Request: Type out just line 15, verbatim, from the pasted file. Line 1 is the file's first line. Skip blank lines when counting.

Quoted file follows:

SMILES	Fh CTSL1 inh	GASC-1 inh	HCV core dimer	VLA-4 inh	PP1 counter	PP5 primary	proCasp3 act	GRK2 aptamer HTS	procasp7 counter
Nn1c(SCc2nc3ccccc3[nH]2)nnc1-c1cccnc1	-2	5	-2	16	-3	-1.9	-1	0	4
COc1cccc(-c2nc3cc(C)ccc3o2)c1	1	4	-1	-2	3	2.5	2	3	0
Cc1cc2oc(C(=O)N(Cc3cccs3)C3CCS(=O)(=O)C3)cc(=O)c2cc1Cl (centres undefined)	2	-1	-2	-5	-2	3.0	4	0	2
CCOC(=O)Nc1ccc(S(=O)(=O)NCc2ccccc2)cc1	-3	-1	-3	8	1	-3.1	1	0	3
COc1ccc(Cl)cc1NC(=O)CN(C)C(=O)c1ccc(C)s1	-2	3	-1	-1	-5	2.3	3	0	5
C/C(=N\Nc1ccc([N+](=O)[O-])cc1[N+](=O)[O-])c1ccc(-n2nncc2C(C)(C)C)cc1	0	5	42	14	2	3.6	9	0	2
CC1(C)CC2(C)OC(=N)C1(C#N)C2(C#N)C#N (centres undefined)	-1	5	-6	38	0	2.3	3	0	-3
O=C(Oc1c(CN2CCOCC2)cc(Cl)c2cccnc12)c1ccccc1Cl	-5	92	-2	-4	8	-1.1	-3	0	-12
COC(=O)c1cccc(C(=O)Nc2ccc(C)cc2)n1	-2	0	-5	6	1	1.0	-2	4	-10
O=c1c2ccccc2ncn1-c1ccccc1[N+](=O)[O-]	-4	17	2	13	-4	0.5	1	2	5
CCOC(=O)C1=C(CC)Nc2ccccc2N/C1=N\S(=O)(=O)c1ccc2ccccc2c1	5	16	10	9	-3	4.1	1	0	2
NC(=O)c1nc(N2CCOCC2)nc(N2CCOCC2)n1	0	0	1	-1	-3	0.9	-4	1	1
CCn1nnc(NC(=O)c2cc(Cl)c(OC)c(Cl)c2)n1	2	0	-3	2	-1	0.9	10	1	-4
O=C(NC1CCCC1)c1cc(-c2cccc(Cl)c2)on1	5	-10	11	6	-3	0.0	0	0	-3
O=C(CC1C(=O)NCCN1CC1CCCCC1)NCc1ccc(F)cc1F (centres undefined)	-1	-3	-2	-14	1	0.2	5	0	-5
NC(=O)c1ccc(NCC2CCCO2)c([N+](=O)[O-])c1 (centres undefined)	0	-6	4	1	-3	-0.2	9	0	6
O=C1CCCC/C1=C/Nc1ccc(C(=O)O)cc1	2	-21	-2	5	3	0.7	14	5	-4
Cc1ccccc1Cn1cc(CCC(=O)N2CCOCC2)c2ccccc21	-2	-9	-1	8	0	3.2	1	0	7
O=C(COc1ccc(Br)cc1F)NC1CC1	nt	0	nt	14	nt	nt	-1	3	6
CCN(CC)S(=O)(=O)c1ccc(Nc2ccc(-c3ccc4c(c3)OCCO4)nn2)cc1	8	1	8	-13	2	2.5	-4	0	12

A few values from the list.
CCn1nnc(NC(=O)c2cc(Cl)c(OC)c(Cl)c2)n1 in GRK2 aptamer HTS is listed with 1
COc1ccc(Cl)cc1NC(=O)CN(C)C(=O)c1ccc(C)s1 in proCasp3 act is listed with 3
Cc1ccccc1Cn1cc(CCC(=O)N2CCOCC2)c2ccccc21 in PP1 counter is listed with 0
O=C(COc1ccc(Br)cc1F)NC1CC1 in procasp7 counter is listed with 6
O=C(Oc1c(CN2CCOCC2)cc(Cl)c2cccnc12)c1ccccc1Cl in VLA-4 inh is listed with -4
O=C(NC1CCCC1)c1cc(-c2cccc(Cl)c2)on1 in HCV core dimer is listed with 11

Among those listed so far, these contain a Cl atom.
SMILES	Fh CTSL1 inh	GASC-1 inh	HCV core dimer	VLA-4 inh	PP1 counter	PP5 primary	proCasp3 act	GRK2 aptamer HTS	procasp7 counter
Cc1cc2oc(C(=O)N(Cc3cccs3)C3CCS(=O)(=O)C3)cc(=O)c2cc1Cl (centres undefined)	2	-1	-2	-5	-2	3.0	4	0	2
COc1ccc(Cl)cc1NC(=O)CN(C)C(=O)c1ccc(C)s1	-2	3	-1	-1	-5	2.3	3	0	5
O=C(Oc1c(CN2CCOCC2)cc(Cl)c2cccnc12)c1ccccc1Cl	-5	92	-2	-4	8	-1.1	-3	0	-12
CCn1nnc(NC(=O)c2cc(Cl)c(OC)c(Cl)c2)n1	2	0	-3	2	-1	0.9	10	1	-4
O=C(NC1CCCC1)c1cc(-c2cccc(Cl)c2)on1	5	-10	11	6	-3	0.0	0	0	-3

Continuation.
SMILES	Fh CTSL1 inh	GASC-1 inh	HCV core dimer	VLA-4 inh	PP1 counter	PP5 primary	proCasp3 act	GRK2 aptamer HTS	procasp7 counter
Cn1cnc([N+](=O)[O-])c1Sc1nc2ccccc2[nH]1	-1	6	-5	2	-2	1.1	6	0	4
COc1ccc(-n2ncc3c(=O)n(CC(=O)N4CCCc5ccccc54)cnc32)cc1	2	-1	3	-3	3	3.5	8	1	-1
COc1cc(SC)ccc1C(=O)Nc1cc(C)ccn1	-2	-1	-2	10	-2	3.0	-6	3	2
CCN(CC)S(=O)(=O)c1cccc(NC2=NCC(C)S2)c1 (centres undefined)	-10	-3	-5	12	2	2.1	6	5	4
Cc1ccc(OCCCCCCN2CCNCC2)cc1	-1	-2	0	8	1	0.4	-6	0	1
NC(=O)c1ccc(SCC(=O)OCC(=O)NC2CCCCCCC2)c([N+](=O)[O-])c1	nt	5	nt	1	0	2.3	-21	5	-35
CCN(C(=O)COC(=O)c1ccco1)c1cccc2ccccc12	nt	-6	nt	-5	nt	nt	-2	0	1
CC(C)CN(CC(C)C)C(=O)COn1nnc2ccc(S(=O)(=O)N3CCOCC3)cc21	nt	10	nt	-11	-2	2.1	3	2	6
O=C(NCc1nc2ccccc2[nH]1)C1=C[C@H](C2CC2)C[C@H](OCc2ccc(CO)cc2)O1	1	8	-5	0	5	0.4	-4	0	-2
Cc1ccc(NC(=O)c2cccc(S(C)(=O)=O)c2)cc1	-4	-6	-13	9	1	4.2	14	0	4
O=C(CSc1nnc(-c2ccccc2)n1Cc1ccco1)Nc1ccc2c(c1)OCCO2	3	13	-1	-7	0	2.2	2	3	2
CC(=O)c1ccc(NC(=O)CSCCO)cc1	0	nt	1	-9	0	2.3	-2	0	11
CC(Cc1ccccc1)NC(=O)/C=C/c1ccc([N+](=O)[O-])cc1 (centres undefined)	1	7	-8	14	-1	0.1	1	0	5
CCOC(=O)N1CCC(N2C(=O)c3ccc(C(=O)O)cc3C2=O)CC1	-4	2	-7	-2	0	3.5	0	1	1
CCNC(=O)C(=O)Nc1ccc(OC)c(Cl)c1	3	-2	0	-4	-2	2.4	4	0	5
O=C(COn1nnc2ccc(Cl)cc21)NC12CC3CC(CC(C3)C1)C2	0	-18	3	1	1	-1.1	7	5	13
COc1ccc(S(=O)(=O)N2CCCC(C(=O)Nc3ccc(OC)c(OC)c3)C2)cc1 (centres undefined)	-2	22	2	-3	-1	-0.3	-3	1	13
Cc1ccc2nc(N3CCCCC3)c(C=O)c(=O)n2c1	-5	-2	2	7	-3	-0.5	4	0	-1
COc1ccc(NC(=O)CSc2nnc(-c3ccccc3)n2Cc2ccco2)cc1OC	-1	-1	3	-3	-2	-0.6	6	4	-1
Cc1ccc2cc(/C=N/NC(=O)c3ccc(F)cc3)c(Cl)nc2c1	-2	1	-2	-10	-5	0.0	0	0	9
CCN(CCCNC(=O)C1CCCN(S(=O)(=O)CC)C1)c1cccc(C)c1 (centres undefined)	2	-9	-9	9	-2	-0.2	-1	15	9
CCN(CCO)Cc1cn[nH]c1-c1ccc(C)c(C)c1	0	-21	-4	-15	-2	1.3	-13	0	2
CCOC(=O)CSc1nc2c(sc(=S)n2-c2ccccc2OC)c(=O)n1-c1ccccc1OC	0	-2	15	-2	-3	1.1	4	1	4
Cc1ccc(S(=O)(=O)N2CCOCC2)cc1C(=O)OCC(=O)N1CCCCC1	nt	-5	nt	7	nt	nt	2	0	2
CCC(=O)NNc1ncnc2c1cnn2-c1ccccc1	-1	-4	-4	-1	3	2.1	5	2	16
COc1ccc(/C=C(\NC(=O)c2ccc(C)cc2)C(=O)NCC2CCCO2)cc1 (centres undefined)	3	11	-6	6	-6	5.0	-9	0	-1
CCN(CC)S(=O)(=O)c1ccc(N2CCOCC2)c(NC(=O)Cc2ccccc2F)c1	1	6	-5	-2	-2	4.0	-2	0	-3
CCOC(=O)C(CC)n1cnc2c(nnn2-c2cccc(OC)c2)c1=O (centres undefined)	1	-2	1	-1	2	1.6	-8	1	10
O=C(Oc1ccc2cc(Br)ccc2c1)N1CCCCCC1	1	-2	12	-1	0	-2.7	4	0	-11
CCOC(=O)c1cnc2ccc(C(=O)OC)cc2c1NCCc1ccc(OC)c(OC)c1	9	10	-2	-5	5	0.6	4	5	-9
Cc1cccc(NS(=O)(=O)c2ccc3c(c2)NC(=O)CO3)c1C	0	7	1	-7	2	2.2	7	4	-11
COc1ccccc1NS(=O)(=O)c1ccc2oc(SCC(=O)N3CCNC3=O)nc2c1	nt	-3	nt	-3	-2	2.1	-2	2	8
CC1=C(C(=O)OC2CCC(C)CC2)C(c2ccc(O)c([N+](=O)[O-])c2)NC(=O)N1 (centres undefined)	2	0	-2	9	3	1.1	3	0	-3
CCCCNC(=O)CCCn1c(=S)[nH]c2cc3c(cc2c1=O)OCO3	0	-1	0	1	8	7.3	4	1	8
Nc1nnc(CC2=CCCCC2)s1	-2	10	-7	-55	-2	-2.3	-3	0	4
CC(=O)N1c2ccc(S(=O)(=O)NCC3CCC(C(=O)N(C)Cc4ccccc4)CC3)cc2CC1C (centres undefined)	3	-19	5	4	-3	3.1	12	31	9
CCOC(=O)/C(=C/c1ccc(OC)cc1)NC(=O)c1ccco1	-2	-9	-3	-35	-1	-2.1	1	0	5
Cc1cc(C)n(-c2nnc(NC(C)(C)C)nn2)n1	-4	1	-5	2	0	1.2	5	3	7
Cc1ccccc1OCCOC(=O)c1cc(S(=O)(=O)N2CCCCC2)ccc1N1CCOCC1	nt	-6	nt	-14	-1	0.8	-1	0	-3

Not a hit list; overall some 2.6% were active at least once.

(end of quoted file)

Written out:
O=C(NC1CCCC1)c1cc(-c2cccc(Cl)c2)on1	5	-10	11	6	-3	0.0	0	0	-3